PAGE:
Your young son wants a new video game with explicit violence to which you object, but you find out later a government social worker overruled your decision and facilitated his access to the game.
Or your daughter has an appointment with a pediatrician, but your schedule won’t allow you to take her, and you forget to change it. The result is a letter from the doctor informing you that your child’s absence has been reported to a social worker for investigation.
Those are the possible outcomes of a new law in Scotland under challenge in a court hearing that began Tuesday. The “Named Person” law assigns a government agent to every child in the country under the age 18. The agent has authority to monitor issues and events of the child’s life, and intervene when the government deems it necessary.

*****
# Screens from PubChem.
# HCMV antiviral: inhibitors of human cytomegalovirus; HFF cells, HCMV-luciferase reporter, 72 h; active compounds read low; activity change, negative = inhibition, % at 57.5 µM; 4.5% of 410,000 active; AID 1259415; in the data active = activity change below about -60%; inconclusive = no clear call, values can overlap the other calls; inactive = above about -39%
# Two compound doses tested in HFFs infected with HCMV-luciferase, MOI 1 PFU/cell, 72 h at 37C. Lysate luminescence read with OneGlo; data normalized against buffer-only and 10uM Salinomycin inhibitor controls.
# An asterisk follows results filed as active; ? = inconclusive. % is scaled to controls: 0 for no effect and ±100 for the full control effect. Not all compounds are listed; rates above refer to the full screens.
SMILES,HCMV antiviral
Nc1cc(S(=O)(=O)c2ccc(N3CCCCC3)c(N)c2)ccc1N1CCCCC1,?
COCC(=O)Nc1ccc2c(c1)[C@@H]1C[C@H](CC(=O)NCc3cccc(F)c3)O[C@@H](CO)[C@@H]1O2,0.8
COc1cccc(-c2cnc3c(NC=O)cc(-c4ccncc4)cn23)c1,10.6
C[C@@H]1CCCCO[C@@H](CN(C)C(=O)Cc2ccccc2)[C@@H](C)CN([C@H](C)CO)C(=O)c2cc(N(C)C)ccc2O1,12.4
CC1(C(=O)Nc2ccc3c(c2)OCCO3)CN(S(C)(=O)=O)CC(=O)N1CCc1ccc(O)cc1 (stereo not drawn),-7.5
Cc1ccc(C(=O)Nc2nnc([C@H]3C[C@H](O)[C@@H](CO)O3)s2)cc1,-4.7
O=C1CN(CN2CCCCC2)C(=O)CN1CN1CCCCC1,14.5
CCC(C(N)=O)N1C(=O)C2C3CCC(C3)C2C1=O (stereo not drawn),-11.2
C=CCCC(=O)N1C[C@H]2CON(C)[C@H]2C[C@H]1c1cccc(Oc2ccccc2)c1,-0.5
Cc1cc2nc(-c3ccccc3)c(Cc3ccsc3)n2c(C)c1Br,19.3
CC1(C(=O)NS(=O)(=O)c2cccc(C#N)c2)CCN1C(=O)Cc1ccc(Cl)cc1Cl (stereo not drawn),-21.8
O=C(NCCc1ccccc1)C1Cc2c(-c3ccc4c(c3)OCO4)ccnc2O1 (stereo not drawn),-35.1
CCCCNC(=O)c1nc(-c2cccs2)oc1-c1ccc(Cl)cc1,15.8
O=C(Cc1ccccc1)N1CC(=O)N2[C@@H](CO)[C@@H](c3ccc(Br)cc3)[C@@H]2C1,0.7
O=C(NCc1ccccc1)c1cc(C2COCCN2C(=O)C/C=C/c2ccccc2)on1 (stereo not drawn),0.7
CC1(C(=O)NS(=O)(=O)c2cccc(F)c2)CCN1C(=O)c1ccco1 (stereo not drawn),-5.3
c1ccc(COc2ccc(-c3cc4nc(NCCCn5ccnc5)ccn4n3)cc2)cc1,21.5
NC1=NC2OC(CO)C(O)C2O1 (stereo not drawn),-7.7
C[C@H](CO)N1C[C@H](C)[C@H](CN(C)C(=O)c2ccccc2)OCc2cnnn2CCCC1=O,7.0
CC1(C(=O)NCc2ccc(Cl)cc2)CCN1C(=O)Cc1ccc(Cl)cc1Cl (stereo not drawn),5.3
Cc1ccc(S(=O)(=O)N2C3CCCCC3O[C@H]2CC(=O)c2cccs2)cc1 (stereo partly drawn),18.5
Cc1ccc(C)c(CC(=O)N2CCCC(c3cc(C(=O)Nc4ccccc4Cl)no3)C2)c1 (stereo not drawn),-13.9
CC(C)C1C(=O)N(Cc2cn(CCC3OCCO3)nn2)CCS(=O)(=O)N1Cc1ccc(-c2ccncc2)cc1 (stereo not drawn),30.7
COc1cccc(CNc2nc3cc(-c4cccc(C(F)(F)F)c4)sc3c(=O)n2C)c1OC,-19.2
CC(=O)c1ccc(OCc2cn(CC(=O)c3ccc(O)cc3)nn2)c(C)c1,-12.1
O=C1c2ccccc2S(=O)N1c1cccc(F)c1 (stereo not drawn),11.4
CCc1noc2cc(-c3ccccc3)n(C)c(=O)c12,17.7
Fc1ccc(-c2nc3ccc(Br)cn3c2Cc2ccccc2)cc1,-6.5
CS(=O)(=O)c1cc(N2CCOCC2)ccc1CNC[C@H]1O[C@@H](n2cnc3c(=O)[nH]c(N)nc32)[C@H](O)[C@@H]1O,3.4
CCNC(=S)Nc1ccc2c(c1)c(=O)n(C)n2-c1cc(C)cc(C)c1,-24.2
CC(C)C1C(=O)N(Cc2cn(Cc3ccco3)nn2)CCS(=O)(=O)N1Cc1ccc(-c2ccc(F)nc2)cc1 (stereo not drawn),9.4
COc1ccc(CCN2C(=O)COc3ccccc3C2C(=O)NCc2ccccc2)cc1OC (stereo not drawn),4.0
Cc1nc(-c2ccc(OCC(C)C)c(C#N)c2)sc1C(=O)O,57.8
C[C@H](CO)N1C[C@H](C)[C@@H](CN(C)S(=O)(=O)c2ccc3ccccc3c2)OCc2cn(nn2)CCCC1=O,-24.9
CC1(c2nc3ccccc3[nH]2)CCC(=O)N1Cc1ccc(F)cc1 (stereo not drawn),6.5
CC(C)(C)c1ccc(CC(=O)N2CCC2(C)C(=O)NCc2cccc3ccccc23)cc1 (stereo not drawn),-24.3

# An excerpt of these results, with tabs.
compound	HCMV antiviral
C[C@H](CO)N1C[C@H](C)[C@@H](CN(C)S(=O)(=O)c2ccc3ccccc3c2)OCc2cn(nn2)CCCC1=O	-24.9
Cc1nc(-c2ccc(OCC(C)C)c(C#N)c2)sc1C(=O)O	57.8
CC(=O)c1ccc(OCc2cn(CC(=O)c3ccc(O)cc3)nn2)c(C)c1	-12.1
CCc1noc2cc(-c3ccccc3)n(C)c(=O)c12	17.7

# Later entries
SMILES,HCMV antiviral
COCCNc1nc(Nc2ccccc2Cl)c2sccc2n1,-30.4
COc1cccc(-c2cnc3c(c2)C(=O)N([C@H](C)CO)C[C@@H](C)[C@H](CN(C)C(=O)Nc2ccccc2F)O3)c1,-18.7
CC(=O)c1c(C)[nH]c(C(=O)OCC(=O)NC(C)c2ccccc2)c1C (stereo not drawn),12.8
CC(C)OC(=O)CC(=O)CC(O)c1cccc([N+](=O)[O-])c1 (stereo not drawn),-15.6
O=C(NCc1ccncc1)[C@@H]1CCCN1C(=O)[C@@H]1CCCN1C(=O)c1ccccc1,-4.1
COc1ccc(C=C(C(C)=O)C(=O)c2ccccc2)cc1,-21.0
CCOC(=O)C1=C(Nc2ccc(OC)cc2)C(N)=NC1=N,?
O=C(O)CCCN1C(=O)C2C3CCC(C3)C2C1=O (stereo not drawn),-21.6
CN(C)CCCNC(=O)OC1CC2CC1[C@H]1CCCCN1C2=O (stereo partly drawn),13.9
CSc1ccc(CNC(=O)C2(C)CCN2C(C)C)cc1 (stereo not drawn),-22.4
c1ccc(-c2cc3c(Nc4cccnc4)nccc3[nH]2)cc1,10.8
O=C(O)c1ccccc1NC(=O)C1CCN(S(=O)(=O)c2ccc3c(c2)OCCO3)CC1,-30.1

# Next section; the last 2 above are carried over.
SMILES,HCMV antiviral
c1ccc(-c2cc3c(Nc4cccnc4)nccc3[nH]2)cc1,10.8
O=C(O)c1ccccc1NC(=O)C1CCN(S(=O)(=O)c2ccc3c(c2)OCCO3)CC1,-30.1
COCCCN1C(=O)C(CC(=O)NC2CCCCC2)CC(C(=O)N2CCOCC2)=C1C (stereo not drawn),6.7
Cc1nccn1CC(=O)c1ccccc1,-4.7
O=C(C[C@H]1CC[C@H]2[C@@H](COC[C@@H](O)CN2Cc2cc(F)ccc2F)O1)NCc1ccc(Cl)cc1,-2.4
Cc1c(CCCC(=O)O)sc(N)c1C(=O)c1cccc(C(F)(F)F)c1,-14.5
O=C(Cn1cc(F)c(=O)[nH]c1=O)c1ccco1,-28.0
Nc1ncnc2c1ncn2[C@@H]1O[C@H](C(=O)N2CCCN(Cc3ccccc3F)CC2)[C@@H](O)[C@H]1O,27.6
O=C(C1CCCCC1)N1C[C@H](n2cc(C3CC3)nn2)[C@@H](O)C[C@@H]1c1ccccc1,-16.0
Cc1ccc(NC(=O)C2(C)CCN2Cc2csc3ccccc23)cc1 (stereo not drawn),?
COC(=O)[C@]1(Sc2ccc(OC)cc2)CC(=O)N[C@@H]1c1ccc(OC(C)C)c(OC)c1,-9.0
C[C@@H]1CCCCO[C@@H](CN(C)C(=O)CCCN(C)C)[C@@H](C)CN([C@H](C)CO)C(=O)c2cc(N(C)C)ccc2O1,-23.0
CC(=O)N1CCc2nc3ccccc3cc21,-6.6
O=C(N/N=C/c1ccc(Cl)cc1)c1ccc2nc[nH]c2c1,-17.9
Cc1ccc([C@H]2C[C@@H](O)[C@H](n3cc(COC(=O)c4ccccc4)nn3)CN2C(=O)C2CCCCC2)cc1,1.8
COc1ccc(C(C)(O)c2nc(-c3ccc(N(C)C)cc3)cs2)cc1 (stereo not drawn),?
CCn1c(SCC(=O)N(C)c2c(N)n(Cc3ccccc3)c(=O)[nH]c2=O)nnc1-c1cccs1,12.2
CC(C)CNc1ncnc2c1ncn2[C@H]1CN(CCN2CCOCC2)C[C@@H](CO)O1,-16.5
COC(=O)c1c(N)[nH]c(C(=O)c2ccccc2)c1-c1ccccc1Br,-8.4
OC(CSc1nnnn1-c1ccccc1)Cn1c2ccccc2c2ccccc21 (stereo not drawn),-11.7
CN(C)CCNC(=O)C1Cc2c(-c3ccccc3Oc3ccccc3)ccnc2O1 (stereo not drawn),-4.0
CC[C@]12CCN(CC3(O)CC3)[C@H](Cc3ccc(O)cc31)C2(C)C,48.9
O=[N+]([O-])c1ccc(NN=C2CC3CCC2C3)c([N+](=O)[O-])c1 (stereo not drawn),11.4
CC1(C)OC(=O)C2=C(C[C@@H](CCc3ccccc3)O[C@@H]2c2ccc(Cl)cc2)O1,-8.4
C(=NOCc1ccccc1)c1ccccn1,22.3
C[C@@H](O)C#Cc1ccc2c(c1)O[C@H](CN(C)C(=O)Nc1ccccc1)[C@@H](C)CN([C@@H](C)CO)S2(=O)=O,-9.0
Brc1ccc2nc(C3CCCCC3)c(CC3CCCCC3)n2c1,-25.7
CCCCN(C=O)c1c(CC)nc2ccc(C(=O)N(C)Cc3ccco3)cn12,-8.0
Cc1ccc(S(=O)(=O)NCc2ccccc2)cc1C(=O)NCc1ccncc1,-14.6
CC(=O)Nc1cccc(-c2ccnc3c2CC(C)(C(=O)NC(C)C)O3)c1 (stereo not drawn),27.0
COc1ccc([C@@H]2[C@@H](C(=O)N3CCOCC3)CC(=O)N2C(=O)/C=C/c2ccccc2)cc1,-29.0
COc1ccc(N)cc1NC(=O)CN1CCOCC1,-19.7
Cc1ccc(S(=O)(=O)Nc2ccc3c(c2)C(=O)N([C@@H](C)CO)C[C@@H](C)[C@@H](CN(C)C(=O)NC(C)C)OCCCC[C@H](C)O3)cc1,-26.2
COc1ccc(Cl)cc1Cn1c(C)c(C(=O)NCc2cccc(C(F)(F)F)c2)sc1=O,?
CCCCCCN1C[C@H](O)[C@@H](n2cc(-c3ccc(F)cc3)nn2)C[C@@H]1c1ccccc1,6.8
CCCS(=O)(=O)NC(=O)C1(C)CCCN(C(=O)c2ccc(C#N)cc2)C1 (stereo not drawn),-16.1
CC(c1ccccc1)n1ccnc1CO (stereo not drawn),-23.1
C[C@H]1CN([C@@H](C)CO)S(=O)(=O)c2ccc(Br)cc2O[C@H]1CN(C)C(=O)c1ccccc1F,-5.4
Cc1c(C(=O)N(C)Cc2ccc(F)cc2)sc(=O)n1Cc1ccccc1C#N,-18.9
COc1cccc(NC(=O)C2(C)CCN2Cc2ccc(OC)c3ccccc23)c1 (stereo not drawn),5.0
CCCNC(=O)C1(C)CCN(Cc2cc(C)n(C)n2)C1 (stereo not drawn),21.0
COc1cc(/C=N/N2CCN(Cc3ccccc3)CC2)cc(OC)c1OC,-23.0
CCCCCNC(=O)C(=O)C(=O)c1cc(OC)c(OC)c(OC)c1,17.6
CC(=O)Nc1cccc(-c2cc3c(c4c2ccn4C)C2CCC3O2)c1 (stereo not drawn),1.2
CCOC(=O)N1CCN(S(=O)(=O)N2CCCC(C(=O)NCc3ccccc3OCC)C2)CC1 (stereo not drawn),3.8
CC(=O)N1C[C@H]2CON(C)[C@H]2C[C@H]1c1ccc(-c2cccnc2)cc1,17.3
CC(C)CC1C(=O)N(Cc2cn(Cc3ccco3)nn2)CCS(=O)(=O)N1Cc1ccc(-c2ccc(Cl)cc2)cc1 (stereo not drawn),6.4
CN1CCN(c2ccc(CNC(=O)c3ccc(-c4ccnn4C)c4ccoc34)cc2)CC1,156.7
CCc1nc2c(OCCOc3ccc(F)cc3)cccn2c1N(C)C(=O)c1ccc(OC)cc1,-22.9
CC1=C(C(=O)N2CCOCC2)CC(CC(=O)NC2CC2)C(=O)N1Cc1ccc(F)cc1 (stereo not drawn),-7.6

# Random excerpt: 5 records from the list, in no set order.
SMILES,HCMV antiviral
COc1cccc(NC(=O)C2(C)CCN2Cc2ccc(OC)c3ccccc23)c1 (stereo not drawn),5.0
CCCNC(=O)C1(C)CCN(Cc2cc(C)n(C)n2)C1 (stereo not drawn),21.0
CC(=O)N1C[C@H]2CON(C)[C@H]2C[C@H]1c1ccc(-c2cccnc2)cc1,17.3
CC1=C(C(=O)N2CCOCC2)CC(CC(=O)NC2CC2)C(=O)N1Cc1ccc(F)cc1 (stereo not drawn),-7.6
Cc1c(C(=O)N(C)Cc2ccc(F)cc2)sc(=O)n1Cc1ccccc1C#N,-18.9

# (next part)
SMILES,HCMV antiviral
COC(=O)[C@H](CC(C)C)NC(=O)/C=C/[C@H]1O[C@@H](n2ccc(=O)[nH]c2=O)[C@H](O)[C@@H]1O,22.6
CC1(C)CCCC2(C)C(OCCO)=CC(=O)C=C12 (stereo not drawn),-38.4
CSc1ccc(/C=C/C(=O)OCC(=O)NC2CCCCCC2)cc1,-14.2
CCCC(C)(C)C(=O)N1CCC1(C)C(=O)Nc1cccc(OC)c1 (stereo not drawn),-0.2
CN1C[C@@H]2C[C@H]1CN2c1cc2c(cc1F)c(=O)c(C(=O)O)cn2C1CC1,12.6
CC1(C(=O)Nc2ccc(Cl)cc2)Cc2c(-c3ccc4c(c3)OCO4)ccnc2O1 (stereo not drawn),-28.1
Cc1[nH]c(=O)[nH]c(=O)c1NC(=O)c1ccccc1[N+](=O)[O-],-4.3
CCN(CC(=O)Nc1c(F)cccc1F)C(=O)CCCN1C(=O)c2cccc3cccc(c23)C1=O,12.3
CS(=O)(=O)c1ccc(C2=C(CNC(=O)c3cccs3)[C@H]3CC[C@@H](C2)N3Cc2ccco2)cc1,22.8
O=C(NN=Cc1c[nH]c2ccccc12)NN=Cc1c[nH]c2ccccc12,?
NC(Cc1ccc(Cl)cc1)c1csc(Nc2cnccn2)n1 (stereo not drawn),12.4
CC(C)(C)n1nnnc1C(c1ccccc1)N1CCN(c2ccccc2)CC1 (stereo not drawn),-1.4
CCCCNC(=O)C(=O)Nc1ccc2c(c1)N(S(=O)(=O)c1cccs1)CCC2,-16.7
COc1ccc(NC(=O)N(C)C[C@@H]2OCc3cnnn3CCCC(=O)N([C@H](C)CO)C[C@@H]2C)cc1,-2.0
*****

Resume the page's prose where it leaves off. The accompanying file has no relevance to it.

The law is being challenged in the case by the U.K. charity Christian Institute and others before Judge Lord Pentland.
According to the institute, human rights attorney Aidan O’Neill believes the law is an “unjustified interference” in family and private life.
O’Neill also has contended the plan has too few protections against “arbitrary and oppressive” decisions by the government.
Colin Hart, director of the institute, who serves with the No 2 Named Persons campaign, said, “The blanket nature of this law degrades the image of the family and derides the work of the vast majority of parents.
“It also encourages suspicion among professionals about the dangers parents represent to their children.”
WND has reported multiple times on the case, which is seen by observers as a foreshadowing of social developments in the United States.
The “Named Person” initiative would “see a state guardian assigned to every child between birth and 18 years old.”
Written by BOB UNRUH
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